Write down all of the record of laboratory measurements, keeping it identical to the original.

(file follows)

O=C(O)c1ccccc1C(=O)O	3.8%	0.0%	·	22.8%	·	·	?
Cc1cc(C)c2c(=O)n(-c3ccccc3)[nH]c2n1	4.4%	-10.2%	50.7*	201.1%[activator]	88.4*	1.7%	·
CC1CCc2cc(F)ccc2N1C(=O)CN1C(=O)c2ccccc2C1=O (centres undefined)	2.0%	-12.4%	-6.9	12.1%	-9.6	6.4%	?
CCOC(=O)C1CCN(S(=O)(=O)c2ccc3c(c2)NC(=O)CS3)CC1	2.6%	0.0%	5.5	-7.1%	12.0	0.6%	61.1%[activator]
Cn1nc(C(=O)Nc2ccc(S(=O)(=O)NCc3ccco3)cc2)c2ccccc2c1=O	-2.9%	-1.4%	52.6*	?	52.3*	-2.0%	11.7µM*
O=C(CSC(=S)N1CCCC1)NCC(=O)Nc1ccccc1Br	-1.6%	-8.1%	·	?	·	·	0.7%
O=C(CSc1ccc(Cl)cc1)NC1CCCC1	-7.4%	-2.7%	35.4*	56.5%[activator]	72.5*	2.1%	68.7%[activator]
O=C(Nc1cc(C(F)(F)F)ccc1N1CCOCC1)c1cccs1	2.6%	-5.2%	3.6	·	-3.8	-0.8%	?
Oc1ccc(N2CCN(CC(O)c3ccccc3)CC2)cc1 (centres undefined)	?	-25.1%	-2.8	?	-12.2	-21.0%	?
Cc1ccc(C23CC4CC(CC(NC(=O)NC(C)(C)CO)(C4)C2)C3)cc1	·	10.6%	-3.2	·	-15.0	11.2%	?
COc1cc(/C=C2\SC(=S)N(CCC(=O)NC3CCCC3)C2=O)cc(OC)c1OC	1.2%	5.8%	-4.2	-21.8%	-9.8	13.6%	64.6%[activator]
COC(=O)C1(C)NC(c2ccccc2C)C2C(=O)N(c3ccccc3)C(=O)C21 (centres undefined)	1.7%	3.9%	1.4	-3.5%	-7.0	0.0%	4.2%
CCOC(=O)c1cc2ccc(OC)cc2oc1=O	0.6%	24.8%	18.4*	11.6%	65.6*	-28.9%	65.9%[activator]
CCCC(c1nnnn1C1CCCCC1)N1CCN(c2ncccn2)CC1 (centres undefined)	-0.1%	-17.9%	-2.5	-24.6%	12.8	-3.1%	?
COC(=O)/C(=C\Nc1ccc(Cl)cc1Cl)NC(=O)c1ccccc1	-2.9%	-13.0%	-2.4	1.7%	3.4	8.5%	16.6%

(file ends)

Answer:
O=C(O)c1ccccc1C(=O)O	3.8%	0.0%	·	22.8%	·	·	?
Cc1cc(C)c2c(=O)n(-c3ccccc3)[nH]c2n1	4.4%	-10.2%	50.7*	201.1%[activator]	88.4*	1.7%	·
CC1CCc2cc(F)ccc2N1C(=O)CN1C(=O)c2ccccc2C1=O (centres undefined)	2.0%	-12.4%	-6.9	12.1%	-9.6	6.4%	?
CCOC(=O)C1CCN(S(=O)(=O)c2ccc3c(c2)NC(=O)CS3)CC1	2.6%	0.0%	5.5	-7.1%	12.0	0.6%	61.1%[activator]
Cn1nc(C(=O)Nc2ccc(S(=O)(=O)NCc3ccco3)cc2)c2ccccc2c1=O	-2.9%	-1.4%	52.6*	?	52.3*	-2.0%	11.7µM*
O=C(CSC(=S)N1CCCC1)NCC(=O)Nc1ccccc1Br	-1.6%	-8.1%	·	?	·	·	0.7%
O=C(CSc1ccc(Cl)cc1)NC1CCCC1	-7.4%	-2.7%	35.4*	56.5%[activator]	72.5*	2.1%	68.7%[activator]
O=C(Nc1cc(C(F)(F)F)ccc1N1CCOCC1)c1cccs1	2.6%	-5.2%	3.6	·	-3.8	-0.8%	?
Oc1ccc(N2CCN(CC(O)c3ccccc3)CC2)cc1 (centres undefined)	?	-25.1%	-2.8	?	-12.2	-21.0%	?
Cc1ccc(C23CC4CC(CC(NC(=O)NC(C)(C)CO)(C4)C2)C3)cc1	·	10.6%	-3.2	·	-15.0	11.2%	?
COc1cc(/C=C2\SC(=S)N(CCC(=O)NC3CCCC3)C2=O)cc(OC)c1OC	1.2%	5.8%	-4.2	-21.8%	-9.8	13.6%	64.6%[activator]
COC(=O)C1(C)NC(c2ccccc2C)C2C(=O)N(c3ccccc3)C(=O)C21 (centres undefined)	1.7%	3.9%	1.4	-3.5%	-7.0	0.0%	4.2%
CCOC(=O)c1cc2ccc(OC)cc2oc1=O	0.6%	24.8%	18.4*	11.6%	65.6*	-28.9%	65.9%[activator]
CCCC(c1nnnn1C1CCCCC1)N1CCN(c2ncccn2)CC1 (centres undefined)	-0.1%	-17.9%	-2.5	-24.6%	12.8	-3.1%	?
COC(=O)/C(=C\Nc1ccc(Cl)cc1Cl)NC(=O)c1ccccc1	-2.9%	-13.0%	-2.4	1.7%	3.4	8.5%	16.6%